Carlynton-Montour | Winter 2012 | incommunitymagazines.com 11
Lana Meyer and Marin Exler Win City Theatre’s Young Playwrights Contest
By Tracy Fedkoe ut of several hundred entries received this year, two of Carlynton’s students won the 2012 City Theatre Young Playwrights Contest, an honor certainly worth the literal label of “drama queen.” Marin Exler’s play “The Journey through Gulompae Forest” was selected in the Junior High (grades 7 and 8) Division and Lana Meyer won for the second year in a row in the High School Division with her play entitled “Roost.” Three one-act plays are selected in each category and the reward for winning includes having your play professionally produced and performed on stage at the City Theatre during the Annual Young Playwrights Festival, which was held October 2-10 this year. “It’s quite an honor to have your play professionally produced,” said Kristin Link, Director of Education and Accessibility for the City Theatre Company. Winners were notified in June and each playwright had the opportunity to work one-on-one with a professional dramaturg who helped guide them through the revision process to make the play performance-ready. After the actors were selected in September, the playwrights also attended rehearsals to help interpret the play
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and make final changes. “The students were really a big part of the evolution of the plays,” said Link. Lana Meyer is a senior from Rosslyn Farms and her play “Roost” is the story of a young female chicken farmer in the 1930s whose farm is in financial trouble and tries to save it by getting a wealthy former lover to marry her. The drama in the play is created with the complex and passionate relationship between the characters. Meyer also won last year with her play entitled “A Cradle of Beliefs” and learned to savor the experience. “This year was much less intimidating. Aside from being familiar with the process and staff, this time around I was also a better playwright,” she said. Meyer also has performed in high school plays for the last several years including the roles of Dorothy Brock in “42nd Street,” the Drowsy Chaperone in “The Drowsy Chaperone,” and Mrs. Peacock in “Clue.” As a senior, Meyer plans to attend college and continue her passion for writing. “I hope I can use what I’ve learned from the theater—from directors, writers, and performers in whatever I decide to do,” she said. Marin Exler of Crafton was encouraged by her 8th grade English teacher Ms. Longo to write a play and was inspired because Lana had won the previous year. The idea for “The Journey through Gulompae Forest” actually came about when she was helping her mother entertain children at a day camp the previous summer and she decided to write a play for them to perform. Using the items found in her younger sister’s dress up bag as her inspiration, Exler created the story of a little girl who takes a journey into a magical forest and meets enchanted animals and the forest elders from whom she learns it is her destiny to save the forest. She was an actor in this year’s school play “All in the Timing” and now has gained the experience to see a theater production from both sides. “Writing a play is a lot of hard work with meeting deadlines and rewriting. It’s really amazing to see it performed and think that all that hard work by everyone paid off,” said Exler. Exler is a freshman this year and wants to enter the contest again. Although it’s early, she also says she wants to do something with creative writing or theater arts when she graduates.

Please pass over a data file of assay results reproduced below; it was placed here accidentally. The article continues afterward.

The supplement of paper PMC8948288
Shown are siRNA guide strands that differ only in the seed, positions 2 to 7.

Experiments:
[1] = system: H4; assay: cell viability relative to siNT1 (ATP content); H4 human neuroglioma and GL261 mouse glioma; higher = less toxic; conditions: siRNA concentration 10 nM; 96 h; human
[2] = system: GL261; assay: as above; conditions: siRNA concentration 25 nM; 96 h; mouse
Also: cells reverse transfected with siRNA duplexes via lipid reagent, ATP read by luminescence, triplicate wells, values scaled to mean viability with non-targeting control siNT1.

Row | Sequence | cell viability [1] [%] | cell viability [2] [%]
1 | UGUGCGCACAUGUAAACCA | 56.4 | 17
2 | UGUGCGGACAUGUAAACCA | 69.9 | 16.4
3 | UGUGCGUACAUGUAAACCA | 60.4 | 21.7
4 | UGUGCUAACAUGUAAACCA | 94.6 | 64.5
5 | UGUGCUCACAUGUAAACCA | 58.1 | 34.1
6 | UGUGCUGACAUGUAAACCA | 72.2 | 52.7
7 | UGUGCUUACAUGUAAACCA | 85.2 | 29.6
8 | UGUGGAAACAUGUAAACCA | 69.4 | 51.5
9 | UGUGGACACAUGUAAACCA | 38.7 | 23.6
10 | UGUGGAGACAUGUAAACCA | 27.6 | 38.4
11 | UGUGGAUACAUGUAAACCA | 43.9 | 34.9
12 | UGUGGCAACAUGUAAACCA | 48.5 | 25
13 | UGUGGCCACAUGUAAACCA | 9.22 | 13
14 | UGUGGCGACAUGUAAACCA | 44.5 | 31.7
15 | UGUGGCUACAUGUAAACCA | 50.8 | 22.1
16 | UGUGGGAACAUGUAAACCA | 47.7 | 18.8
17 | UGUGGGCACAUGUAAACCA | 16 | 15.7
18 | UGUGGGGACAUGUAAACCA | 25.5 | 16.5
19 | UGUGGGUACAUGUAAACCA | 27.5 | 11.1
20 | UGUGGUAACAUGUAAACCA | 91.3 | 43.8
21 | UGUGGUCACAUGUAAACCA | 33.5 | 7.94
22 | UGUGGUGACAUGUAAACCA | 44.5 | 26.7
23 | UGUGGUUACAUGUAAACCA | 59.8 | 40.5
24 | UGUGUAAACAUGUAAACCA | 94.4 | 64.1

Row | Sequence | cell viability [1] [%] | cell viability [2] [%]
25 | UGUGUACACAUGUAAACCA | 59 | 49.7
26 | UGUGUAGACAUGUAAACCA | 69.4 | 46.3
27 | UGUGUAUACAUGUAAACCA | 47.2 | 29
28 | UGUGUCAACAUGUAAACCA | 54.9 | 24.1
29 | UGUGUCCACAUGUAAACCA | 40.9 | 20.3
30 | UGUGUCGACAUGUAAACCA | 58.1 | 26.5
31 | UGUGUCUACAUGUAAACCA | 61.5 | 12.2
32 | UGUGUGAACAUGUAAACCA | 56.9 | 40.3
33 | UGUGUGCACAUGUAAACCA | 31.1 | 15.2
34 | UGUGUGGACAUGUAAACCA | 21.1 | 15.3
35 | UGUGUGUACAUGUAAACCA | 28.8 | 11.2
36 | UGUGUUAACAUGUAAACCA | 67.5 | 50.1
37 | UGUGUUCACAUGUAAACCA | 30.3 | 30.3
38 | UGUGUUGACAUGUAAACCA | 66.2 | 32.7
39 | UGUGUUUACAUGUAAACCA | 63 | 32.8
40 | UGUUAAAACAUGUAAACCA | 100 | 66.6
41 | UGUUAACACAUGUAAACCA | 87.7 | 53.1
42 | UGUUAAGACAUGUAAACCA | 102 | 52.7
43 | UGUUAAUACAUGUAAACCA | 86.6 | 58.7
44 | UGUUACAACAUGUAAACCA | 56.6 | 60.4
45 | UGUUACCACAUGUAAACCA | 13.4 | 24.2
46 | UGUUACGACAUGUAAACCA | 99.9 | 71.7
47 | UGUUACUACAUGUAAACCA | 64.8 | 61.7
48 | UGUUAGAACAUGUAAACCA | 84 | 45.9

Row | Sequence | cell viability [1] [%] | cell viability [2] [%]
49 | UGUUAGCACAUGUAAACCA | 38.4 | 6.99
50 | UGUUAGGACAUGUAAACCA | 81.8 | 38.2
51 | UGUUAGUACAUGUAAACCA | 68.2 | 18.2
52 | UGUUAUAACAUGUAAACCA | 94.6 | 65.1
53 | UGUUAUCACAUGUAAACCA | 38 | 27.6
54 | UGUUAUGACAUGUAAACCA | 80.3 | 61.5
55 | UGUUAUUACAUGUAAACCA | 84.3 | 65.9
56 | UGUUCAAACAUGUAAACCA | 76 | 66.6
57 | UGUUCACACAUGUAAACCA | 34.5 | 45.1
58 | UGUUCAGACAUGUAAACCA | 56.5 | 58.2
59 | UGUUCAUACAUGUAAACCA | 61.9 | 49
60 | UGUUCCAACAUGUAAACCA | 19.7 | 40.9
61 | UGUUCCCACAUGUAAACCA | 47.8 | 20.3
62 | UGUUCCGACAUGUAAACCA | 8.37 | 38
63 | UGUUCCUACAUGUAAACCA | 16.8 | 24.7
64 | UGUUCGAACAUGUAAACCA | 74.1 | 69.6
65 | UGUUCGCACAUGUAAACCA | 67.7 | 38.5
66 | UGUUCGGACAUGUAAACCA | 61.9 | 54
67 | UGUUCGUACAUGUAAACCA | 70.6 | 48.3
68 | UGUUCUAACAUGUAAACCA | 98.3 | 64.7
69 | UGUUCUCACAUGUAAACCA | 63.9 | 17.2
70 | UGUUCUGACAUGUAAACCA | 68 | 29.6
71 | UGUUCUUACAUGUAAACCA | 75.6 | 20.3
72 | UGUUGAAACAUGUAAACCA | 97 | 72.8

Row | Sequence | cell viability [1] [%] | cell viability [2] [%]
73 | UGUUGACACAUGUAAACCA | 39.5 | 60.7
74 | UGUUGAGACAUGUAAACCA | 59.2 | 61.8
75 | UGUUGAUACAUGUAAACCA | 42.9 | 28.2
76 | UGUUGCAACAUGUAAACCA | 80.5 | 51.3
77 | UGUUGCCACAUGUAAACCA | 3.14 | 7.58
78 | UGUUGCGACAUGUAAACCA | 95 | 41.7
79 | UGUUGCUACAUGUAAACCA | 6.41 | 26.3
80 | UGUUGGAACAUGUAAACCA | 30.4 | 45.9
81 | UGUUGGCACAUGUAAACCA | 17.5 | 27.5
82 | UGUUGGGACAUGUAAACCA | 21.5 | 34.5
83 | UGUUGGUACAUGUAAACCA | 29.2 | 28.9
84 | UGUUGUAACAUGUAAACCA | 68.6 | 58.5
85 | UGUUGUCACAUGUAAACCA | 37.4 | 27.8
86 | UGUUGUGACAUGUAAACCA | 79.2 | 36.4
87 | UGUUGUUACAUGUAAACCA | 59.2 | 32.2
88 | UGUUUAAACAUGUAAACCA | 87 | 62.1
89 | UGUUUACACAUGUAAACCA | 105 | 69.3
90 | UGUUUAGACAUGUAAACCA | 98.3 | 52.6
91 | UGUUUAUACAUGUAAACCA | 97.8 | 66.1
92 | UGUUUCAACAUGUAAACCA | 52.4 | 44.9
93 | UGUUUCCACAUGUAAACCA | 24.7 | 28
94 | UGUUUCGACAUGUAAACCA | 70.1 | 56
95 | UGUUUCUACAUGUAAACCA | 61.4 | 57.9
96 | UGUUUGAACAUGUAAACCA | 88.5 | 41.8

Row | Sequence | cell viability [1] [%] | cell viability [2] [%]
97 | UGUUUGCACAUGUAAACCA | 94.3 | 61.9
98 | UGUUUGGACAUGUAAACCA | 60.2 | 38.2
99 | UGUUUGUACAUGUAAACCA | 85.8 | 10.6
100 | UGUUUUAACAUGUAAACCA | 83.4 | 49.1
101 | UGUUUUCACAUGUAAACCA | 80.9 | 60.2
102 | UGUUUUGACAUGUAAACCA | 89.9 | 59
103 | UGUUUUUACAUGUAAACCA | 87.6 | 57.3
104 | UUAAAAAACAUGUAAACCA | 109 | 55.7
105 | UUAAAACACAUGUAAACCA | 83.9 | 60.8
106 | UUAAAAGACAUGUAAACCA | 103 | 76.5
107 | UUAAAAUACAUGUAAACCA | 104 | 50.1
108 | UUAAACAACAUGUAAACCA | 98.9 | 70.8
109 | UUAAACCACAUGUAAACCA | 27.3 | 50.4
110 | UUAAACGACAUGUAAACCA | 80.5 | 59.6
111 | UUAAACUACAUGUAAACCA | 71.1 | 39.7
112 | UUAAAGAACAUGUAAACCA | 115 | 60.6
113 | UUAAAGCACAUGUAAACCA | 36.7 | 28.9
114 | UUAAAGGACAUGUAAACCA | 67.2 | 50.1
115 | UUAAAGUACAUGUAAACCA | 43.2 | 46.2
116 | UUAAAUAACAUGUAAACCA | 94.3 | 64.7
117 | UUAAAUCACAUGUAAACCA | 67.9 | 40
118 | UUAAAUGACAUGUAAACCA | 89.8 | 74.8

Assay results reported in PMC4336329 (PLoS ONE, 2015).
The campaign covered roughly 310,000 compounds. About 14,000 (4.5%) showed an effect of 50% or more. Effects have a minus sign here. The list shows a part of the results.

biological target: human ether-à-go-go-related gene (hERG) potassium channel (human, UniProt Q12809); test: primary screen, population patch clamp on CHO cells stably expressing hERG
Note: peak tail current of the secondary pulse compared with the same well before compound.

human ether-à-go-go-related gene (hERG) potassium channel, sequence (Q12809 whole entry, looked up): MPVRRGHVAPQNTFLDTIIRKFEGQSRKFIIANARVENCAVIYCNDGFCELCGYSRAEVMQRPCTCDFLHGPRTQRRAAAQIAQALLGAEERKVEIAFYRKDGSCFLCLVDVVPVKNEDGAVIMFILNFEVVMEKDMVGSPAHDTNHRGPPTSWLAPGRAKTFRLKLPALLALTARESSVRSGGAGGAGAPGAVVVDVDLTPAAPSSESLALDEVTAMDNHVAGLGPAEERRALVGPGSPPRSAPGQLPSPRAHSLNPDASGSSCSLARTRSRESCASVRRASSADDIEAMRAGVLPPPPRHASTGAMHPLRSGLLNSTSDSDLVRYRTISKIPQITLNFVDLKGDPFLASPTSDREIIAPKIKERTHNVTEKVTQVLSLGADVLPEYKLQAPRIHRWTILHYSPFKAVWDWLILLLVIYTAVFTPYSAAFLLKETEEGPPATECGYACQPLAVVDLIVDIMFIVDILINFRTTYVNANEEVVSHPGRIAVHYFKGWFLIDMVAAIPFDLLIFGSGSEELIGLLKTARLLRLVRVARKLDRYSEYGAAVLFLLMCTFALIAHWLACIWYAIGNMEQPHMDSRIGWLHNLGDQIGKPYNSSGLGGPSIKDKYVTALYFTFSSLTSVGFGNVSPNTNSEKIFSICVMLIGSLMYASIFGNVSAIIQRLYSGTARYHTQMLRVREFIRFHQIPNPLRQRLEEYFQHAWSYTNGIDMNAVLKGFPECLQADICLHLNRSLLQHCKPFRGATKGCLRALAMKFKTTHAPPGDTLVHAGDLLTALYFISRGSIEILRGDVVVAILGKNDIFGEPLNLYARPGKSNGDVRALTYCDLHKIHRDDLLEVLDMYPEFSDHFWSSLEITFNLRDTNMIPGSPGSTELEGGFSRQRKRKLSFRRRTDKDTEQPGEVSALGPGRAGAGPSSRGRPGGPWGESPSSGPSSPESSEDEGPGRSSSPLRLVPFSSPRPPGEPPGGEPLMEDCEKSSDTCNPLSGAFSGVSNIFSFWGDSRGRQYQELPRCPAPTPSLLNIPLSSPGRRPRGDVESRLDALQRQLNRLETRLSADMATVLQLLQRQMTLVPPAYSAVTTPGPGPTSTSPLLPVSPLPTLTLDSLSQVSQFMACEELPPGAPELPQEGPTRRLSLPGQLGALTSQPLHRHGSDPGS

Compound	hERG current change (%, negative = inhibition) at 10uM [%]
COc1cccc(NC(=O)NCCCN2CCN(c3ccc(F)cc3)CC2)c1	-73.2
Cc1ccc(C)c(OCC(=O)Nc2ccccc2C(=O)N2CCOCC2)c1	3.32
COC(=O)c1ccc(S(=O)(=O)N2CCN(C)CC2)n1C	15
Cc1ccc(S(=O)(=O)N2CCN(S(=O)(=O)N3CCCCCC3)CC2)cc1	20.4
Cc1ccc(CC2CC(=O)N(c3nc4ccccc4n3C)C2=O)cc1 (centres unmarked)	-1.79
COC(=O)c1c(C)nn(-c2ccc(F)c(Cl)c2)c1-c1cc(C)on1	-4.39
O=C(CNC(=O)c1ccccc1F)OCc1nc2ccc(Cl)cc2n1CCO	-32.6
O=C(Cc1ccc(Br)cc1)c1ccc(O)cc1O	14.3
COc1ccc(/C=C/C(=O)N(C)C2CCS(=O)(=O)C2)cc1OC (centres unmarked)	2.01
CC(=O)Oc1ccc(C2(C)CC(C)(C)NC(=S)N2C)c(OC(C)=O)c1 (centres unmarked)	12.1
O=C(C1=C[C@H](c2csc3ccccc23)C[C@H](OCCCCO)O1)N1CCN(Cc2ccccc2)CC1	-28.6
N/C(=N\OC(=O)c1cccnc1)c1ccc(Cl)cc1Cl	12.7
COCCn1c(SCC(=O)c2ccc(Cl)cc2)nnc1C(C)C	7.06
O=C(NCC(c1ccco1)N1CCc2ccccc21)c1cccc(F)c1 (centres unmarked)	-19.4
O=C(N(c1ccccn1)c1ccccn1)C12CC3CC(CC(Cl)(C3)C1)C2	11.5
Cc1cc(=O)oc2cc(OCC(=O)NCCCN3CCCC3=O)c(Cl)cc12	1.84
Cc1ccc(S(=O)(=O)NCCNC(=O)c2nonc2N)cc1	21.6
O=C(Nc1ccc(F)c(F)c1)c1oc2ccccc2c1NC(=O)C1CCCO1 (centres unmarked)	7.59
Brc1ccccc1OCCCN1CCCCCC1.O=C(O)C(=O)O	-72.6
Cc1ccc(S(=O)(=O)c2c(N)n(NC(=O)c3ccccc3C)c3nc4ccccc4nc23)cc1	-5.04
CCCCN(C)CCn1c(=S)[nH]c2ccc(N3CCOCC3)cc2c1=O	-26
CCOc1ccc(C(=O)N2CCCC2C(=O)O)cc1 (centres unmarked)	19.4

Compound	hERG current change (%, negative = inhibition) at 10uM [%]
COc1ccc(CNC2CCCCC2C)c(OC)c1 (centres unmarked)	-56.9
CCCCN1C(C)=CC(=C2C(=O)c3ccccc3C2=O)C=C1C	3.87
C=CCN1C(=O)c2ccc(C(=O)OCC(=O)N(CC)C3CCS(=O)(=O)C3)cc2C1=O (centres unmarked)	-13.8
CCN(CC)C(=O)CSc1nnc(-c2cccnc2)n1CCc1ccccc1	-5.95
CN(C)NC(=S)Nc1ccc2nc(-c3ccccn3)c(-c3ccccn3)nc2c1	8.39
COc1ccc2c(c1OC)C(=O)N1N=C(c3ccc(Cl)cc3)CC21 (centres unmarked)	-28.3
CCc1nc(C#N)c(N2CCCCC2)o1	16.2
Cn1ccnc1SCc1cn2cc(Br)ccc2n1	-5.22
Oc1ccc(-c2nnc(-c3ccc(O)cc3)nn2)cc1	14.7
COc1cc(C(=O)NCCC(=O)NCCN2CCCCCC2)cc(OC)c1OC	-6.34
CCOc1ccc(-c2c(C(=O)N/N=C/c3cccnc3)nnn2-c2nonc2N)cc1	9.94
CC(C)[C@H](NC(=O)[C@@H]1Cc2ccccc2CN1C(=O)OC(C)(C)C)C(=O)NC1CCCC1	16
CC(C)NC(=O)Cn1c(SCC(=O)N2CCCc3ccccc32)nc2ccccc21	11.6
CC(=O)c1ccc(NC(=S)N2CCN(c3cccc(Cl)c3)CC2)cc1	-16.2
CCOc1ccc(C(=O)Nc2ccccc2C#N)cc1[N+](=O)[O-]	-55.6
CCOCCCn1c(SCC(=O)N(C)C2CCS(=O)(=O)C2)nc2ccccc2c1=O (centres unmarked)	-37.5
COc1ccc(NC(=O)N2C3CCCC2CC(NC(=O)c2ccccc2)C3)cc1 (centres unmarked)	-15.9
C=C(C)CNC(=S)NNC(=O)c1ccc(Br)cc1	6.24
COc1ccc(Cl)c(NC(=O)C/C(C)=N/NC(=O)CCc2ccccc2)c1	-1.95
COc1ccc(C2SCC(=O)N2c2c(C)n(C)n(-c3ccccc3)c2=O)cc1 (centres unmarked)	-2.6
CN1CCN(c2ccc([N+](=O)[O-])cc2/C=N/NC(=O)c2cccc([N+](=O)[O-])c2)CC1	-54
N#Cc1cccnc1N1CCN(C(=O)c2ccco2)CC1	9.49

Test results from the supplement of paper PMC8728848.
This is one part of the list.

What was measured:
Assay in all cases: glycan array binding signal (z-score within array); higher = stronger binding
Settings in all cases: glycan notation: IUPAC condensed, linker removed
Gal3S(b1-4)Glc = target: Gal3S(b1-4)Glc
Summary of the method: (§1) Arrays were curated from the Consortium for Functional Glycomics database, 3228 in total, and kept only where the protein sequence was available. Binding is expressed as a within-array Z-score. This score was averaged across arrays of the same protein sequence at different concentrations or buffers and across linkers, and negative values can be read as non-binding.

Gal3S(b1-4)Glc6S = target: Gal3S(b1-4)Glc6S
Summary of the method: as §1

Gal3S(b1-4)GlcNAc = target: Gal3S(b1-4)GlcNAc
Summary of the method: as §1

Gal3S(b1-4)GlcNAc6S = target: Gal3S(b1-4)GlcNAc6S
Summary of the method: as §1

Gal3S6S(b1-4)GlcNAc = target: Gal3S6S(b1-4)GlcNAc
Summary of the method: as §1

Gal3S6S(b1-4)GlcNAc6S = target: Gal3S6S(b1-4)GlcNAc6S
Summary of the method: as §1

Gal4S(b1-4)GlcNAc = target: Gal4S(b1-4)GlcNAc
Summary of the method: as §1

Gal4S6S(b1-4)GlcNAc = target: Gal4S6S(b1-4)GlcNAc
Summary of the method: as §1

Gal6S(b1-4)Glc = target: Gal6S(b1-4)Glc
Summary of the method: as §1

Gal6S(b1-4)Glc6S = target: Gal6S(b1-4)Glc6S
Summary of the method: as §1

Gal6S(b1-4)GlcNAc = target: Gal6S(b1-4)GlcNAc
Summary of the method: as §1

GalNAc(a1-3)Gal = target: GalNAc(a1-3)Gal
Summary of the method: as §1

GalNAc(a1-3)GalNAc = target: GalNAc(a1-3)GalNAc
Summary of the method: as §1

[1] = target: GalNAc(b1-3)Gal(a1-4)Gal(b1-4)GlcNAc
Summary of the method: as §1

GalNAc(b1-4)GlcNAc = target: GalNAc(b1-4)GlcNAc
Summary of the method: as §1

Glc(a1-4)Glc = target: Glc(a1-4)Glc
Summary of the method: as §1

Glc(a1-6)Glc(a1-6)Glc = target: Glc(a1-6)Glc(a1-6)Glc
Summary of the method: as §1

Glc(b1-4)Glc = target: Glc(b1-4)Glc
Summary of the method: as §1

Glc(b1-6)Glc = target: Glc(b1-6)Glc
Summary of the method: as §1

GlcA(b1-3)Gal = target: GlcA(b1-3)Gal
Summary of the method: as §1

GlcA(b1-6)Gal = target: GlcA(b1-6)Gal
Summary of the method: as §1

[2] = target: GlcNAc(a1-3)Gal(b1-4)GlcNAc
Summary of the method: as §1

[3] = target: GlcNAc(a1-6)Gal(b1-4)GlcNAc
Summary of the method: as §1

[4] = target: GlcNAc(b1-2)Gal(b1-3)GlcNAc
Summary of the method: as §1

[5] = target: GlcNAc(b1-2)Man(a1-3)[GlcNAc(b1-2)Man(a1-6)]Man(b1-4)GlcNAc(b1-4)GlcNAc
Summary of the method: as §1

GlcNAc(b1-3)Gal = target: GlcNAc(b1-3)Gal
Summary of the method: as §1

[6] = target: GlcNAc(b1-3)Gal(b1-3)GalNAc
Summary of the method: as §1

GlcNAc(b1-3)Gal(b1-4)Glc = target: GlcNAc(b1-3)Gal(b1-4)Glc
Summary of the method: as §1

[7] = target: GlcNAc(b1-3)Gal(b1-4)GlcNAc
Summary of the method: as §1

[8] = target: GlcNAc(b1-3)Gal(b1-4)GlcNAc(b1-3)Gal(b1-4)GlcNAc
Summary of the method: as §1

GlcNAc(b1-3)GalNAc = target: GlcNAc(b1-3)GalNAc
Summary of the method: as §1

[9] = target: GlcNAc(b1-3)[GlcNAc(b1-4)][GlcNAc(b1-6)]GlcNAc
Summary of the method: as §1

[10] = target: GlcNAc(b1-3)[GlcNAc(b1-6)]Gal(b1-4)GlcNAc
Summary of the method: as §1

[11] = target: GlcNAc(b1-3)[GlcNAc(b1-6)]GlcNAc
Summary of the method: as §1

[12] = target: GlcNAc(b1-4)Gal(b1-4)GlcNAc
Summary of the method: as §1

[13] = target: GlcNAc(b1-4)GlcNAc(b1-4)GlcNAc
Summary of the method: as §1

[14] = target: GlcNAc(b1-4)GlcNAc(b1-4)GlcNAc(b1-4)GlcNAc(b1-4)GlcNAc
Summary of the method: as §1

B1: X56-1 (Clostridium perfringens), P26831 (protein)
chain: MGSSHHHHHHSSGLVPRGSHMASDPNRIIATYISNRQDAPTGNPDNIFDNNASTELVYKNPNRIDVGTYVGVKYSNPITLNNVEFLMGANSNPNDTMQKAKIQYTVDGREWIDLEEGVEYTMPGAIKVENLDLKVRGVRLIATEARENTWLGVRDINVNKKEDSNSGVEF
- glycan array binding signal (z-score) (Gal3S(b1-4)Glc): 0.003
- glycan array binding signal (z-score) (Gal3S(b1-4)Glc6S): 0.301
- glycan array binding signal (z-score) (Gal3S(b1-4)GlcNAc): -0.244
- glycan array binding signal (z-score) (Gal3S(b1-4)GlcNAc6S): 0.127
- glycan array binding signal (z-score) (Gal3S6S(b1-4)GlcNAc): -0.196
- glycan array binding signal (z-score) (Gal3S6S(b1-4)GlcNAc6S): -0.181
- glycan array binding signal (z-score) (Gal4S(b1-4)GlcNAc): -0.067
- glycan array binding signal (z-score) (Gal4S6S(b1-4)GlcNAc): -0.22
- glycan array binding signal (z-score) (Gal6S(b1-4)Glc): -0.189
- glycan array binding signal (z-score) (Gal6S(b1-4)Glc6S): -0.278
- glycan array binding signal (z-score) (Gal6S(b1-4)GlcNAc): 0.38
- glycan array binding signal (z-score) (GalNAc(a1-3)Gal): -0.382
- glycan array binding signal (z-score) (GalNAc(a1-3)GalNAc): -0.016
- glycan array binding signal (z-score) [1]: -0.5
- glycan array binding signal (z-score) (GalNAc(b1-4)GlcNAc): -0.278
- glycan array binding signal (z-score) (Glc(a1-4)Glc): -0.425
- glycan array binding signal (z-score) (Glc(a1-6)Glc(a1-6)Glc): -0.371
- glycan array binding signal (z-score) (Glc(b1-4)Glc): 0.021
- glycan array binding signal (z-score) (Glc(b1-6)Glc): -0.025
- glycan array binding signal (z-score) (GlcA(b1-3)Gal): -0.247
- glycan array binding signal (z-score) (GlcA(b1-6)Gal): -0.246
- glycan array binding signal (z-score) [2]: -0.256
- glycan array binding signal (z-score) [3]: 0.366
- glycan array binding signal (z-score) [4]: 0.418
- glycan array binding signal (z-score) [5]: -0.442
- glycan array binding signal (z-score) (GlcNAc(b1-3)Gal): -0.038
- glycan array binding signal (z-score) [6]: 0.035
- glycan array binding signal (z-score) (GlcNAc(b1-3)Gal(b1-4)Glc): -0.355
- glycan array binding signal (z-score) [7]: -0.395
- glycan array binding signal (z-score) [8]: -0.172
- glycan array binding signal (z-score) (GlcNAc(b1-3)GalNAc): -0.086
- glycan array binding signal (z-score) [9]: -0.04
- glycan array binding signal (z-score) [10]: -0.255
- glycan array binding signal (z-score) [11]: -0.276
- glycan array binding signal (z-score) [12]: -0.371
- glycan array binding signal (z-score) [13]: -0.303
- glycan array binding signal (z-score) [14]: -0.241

he Young Playwrights Festival includes workshops for students and weekday matinee performances as well as public shows on the weekend. City Theatre also offers the teacher institute and in-school workshops to teach writing and basic theater skills according to academic standards. The program provides an excellent opportunity for students to learn and develop their skills and many of the previous winners have cited it as the reason they have chosen careers in drama. “Director Matt Morrow did a fantastic job with the show and I was really able to sit back and enjoy as words on paper sprang to life in people’s bodies and mouths. It is truly the most spectacular gift a writer can receive,” concluded Meyer.